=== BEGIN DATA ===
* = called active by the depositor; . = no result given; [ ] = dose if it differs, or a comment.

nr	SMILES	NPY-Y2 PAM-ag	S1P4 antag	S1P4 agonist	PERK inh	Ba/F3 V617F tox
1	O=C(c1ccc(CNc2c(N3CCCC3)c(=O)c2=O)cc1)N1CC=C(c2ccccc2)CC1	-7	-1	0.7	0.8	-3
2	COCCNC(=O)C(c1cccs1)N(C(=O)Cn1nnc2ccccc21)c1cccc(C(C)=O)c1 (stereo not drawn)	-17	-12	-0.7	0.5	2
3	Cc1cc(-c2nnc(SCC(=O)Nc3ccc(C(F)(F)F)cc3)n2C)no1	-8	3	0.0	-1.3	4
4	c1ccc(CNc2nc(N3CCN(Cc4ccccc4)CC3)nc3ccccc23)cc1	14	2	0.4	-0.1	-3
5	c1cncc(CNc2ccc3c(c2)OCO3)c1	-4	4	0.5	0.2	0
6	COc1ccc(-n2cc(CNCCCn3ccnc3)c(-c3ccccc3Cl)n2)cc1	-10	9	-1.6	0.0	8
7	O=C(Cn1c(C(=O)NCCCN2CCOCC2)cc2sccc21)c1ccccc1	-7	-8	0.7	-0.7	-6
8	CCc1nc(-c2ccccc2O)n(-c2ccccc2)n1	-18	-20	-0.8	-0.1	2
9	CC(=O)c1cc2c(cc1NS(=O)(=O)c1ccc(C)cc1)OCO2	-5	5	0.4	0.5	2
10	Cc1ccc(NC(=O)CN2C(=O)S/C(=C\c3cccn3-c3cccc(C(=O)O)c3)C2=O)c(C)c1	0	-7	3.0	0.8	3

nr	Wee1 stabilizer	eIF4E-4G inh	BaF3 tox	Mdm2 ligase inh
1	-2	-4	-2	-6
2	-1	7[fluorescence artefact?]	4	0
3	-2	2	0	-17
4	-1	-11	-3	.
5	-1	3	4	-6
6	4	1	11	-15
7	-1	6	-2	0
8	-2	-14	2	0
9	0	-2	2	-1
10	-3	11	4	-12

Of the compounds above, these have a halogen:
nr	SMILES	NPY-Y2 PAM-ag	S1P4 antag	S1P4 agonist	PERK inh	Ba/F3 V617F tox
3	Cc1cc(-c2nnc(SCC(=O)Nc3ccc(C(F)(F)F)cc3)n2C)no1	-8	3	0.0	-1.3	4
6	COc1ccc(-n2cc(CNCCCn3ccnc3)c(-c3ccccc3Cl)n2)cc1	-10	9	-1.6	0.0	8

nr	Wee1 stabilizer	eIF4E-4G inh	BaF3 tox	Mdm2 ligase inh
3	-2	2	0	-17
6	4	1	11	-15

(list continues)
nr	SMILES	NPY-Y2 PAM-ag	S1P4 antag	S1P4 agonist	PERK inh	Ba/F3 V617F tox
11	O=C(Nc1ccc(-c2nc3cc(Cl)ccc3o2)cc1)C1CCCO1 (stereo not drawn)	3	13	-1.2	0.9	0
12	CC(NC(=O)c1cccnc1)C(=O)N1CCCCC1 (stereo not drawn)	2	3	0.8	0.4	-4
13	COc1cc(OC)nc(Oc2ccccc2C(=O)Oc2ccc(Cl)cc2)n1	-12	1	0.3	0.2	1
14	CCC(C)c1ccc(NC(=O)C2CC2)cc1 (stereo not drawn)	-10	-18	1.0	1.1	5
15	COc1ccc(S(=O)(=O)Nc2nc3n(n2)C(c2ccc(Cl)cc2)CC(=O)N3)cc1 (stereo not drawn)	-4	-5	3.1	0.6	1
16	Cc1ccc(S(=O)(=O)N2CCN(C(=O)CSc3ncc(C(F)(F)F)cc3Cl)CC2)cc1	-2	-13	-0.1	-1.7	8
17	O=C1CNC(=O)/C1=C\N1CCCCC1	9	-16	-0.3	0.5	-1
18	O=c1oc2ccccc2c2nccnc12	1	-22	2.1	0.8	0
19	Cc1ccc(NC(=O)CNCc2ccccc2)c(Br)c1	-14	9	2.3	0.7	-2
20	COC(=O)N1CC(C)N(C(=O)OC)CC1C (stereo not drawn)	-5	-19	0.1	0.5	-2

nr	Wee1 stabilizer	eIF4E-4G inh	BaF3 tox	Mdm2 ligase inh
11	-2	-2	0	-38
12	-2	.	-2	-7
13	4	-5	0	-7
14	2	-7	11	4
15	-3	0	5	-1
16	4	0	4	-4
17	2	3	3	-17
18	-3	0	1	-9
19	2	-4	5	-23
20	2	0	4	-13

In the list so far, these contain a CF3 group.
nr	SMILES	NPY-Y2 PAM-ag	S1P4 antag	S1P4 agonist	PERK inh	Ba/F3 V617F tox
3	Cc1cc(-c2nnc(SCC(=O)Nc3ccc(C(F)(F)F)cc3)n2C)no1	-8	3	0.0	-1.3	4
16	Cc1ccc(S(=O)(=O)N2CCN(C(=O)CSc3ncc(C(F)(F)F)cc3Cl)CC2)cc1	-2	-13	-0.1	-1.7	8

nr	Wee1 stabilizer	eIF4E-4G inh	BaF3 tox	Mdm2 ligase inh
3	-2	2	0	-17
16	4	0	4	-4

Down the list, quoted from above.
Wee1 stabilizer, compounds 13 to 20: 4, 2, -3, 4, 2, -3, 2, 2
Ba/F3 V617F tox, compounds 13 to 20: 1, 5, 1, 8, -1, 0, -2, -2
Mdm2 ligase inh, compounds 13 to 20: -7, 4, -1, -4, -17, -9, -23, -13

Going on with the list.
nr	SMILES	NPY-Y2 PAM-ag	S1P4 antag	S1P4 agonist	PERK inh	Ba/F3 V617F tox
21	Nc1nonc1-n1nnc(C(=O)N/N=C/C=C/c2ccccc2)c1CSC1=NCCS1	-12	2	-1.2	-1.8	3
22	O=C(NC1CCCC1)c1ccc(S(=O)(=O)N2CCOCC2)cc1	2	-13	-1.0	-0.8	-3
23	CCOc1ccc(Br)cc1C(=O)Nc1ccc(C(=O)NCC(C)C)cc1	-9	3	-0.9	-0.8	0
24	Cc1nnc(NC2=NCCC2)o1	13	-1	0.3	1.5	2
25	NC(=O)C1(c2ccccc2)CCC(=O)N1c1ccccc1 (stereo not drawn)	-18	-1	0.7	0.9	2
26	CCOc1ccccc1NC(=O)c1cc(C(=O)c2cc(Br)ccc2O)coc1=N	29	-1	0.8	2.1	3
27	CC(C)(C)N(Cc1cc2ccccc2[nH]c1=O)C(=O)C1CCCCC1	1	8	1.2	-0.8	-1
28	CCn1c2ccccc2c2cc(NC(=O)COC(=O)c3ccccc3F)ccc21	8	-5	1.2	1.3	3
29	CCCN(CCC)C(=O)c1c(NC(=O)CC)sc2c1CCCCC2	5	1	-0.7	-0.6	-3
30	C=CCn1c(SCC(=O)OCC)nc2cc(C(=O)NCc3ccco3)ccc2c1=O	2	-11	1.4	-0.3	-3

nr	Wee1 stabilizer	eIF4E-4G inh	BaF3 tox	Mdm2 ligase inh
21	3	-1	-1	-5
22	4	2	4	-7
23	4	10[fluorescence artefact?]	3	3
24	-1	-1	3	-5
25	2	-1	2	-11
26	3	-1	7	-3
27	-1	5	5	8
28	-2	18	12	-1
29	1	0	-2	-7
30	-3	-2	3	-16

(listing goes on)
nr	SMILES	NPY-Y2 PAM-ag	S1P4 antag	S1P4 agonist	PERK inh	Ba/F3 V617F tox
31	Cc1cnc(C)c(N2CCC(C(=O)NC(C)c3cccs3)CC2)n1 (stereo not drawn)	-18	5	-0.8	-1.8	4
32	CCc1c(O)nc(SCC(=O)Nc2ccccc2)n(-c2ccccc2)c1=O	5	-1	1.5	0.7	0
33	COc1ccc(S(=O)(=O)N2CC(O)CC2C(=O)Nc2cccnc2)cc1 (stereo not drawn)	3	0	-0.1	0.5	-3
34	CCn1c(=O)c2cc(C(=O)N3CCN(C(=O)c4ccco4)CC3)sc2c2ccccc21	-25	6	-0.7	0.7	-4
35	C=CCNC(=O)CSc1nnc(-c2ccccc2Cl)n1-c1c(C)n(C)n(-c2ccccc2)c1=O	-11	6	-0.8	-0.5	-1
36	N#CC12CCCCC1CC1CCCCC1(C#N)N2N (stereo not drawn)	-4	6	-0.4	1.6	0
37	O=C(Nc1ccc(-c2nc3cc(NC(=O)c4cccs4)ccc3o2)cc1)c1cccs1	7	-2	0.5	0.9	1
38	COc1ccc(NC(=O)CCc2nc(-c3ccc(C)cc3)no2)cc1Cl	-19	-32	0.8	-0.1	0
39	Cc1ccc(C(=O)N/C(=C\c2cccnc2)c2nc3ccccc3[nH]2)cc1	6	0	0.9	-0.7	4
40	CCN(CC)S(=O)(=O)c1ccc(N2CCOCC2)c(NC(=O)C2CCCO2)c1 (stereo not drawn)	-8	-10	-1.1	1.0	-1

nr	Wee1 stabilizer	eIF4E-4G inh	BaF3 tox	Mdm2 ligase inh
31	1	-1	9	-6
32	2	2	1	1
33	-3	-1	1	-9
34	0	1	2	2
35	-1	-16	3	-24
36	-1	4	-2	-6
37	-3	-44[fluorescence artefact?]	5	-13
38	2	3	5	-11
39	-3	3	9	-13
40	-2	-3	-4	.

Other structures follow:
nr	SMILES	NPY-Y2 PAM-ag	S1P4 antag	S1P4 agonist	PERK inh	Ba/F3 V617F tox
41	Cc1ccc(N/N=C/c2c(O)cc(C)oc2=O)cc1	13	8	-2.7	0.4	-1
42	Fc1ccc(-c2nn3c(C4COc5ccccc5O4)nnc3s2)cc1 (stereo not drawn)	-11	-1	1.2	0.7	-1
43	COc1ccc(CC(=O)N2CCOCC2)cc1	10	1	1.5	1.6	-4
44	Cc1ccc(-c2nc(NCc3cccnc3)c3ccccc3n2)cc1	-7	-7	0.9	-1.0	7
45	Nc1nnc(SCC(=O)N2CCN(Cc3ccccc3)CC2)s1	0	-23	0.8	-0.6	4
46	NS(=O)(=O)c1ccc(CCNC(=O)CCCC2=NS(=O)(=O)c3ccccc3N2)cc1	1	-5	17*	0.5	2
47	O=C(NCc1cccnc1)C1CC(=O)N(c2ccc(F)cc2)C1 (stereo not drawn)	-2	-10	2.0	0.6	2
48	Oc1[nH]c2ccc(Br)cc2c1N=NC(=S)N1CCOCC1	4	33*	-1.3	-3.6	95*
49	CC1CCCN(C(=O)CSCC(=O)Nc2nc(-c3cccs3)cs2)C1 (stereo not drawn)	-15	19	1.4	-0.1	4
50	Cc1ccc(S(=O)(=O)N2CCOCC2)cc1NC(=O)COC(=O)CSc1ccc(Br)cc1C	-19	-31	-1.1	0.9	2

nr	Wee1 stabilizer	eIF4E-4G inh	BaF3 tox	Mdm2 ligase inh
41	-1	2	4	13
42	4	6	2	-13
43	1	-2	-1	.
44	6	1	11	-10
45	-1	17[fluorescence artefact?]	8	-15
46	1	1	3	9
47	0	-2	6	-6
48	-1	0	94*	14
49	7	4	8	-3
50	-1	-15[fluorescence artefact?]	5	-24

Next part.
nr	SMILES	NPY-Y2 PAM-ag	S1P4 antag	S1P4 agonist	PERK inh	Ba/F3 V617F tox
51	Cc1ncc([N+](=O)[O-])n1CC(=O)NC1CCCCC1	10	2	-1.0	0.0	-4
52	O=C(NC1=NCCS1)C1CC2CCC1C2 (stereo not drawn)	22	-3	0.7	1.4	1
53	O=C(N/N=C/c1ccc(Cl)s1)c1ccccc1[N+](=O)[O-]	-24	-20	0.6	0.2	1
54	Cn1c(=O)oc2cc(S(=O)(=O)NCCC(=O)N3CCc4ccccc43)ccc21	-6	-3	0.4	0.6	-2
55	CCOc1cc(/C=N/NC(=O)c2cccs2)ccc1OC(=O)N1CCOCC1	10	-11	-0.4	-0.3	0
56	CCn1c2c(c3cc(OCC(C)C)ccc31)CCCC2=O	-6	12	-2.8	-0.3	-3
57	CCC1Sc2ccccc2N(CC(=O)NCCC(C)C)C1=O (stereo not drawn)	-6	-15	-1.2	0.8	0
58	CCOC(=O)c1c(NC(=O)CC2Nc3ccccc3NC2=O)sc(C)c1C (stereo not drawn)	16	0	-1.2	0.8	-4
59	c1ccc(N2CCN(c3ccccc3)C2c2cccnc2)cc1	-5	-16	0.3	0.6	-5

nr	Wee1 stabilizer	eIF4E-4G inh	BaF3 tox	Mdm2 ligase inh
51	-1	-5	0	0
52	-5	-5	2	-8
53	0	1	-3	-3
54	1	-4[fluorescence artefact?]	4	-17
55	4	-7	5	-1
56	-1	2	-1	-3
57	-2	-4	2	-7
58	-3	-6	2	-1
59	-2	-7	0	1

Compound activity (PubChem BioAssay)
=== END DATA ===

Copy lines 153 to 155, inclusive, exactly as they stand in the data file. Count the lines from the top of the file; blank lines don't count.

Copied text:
58	-3	-6	2	-1
59	-2	-7	0	1

Compound activity (PubChem BioAssay)